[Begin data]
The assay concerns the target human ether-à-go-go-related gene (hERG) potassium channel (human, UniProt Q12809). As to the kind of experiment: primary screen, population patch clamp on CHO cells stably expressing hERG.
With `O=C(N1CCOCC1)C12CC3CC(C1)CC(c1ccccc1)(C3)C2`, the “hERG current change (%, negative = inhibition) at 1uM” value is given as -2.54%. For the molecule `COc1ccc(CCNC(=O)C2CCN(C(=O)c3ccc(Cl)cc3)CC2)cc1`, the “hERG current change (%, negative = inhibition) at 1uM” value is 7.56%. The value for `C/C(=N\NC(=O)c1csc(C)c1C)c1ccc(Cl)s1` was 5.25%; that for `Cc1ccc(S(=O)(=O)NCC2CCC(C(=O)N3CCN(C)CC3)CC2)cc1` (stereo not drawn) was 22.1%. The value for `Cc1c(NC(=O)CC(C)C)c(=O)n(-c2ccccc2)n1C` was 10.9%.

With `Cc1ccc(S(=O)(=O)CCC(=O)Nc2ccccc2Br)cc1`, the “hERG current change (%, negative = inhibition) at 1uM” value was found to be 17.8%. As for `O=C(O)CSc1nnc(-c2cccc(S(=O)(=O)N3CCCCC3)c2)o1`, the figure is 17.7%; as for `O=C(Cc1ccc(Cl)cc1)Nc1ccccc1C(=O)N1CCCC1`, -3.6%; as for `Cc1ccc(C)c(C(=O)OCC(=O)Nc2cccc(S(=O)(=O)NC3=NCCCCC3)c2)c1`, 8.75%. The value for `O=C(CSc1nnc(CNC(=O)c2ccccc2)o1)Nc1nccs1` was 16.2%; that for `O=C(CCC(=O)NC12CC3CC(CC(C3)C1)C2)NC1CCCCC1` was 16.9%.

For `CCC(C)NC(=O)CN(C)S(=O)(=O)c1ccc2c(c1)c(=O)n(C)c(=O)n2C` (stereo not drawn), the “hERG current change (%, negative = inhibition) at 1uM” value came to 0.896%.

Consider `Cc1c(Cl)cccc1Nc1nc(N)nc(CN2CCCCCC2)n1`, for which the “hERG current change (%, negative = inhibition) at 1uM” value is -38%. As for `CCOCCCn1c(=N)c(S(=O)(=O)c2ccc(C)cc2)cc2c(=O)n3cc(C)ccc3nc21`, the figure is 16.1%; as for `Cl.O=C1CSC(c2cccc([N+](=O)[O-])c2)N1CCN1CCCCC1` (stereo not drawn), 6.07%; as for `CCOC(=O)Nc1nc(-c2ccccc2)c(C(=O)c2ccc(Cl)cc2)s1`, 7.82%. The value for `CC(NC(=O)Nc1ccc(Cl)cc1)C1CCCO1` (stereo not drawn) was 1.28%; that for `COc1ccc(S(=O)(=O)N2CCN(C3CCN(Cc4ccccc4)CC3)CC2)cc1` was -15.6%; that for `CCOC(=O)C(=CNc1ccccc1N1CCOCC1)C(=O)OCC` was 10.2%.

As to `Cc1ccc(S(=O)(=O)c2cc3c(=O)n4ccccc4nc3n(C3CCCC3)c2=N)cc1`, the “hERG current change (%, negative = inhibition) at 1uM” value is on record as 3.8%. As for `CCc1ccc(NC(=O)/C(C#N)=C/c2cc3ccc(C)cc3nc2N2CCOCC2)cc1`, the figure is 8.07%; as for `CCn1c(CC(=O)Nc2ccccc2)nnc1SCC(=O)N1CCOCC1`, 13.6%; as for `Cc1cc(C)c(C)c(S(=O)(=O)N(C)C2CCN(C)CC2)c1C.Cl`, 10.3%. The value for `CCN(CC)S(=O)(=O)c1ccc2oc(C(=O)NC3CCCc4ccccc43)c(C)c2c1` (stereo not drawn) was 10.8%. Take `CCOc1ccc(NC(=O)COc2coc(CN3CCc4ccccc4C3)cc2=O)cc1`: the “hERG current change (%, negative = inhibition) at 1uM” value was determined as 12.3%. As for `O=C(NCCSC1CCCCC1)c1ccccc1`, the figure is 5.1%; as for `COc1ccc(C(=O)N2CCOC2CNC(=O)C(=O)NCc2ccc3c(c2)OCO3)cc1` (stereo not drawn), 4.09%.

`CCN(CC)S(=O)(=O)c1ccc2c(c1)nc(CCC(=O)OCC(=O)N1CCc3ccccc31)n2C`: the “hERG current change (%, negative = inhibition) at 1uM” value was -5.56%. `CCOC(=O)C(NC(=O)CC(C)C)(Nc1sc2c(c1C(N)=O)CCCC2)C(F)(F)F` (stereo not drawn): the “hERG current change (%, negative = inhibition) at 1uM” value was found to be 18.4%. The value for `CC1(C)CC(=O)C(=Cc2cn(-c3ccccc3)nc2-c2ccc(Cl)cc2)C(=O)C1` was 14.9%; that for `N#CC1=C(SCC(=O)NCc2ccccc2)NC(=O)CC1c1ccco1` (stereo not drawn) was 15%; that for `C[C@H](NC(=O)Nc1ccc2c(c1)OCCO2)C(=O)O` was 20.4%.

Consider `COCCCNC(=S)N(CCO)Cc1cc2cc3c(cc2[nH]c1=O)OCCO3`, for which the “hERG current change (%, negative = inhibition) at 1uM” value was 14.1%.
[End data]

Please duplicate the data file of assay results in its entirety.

The assay concerns the target human ether-à-go-go-related gene (hERG) potassium channel (human, UniProt Q12809). As to the kind of experiment: primary screen, population patch clamp on CHO cells stably expressing hERG.
With `O=C(N1CCOCC1)C12CC3CC(C1)CC(c1ccccc1)(C3)C2`, the “hERG current change (%, negative = inhibition) at 1uM” value is given as -2.54%. For the molecule `COc1ccc(CCNC(=O)C2CCN(C(=O)c3ccc(Cl)cc3)CC2)cc1`, the “hERG current change (%, negative = inhibition) at 1uM” value is 7.56%. The value for `C/C(=N\NC(=O)c1csc(C)c1C)c1ccc(Cl)s1` was 5.25%; that for `Cc1ccc(S(=O)(=O)NCC2CCC(C(=O)N3CCN(C)CC3)CC2)cc1` (stereo not drawn) was 22.1%. The value for `Cc1c(NC(=O)CC(C)C)c(=O)n(-c2ccccc2)n1C` was 10.9%.

With `Cc1ccc(S(=O)(=O)CCC(=O)Nc2ccccc2Br)cc1`, the “hERG current change (%, negative = inhibition) at 1uM” value was found to be 17.8%. As for `O=C(O)CSc1nnc(-c2cccc(S(=O)(=O)N3CCCCC3)c2)o1`, the figure is 17.7%; as for `O=C(Cc1ccc(Cl)cc1)Nc1ccccc1C(=O)N1CCCC1`, -3.6%; as for `Cc1ccc(C)c(C(=O)OCC(=O)Nc2cccc(S(=O)(=O)NC3=NCCCCC3)c2)c1`, 8.75%. The value for `O=C(CSc1nnc(CNC(=O)c2ccccc2)o1)Nc1nccs1` was 16.2%; that for `O=C(CCC(=O)NC12CC3CC(CC(C3)C1)C2)NC1CCCCC1` was 16.9%.

For `CCC(C)NC(=O)CN(C)S(=O)(=O)c1ccc2c(c1)c(=O)n(C)c(=O)n2C` (stereo not drawn), the “hERG current change (%, negative = inhibition) at 1uM” value came to 0.896%.

Consider `Cc1c(Cl)cccc1Nc1nc(N)nc(CN2CCCCCC2)n1`, for which the “hERG current change (%, negative = inhibition) at 1uM” value is -38%. As for `CCOCCCn1c(=N)c(S(=O)(=O)c2ccc(C)cc2)cc2c(=O)n3cc(C)ccc3nc21`, the figure is 16.1%; as for `Cl.O=C1CSC(c2cccc([N+](=O)[O-])c2)N1CCN1CCCCC1` (stereo not drawn), 6.07%; as for `CCOC(=O)Nc1nc(-c2ccccc2)c(C(=O)c2ccc(Cl)cc2)s1`, 7.82%. The value for `CC(NC(=O)Nc1ccc(Cl)cc1)C1CCCO1` (stereo not drawn) was 1.28%; that for `COc1ccc(S(=O)(=O)N2CCN(C3CCN(Cc4ccccc4)CC3)CC2)cc1` was -15.6%; that for `CCOC(=O)C(=CNc1ccccc1N1CCOCC1)C(=O)OCC` was 10.2%.

As to `Cc1ccc(S(=O)(=O)c2cc3c(=O)n4ccccc4nc3n(C3CCCC3)c2=N)cc1`, the “hERG current change (%, negative = inhibition) at 1uM” value is on record as 3.8%. As for `CCc1ccc(NC(=O)/C(C#N)=C/c2cc3ccc(C)cc3nc2N2CCOCC2)cc1`, the figure is 8.07%; as for `CCn1c(CC(=O)Nc2ccccc2)nnc1SCC(=O)N1CCOCC1`, 13.6%; as for `Cc1cc(C)c(C)c(S(=O)(=O)N(C)C2CCN(C)CC2)c1C.Cl`, 10.3%. The value for `CCN(CC)S(=O)(=O)c1ccc2oc(C(=O)NC3CCCc4ccccc43)c(C)c2c1` (stereo not drawn) was 10.8%. Take `CCOc1ccc(NC(=O)COc2coc(CN3CCc4ccccc4C3)cc2=O)cc1`: the “hERG current change (%, negative = inhibition) at 1uM” value was determined as 12.3%. As for `O=C(NCCSC1CCCCC1)c1ccccc1`, the figure is 5.1%; as for `COc1ccc(C(=O)N2CCOC2CNC(=O)C(=O)NCc2ccc3c(c2)OCO3)cc1` (stereo not drawn), 4.09%.

`CCN(CC)S(=O)(=O)c1ccc2c(c1)nc(CCC(=O)OCC(=O)N1CCc3ccccc31)n2C`: the “hERG current change (%, negative = inhibition) at 1uM” value was -5.56%. `CCOC(=O)C(NC(=O)CC(C)C)(Nc1sc2c(c1C(N)=O)CCCC2)C(F)(F)F` (stereo not drawn): the “hERG current change (%, negative = inhibition) at 1uM” value was found to be 18.4%. The value for `CC1(C)CC(=O)C(=Cc2cn(-c3ccccc3)nc2-c2ccc(Cl)cc2)C(=O)C1` was 14.9%; that for `N#CC1=C(SCC(=O)NCc2ccccc2)NC(=O)CC1c1ccco1` (stereo not drawn) was 15%; that for `C[C@H](NC(=O)Nc1ccc2c(c1)OCCO2)C(=O)O` was 20.4%.

Consider `COCCCNC(=S)N(CCO)Cc1cc2cc3c(cc2[nH]c1=O)OCCO3`, for which the “hERG current change (%, negative = inhibition) at 1uM” value was 14.1%.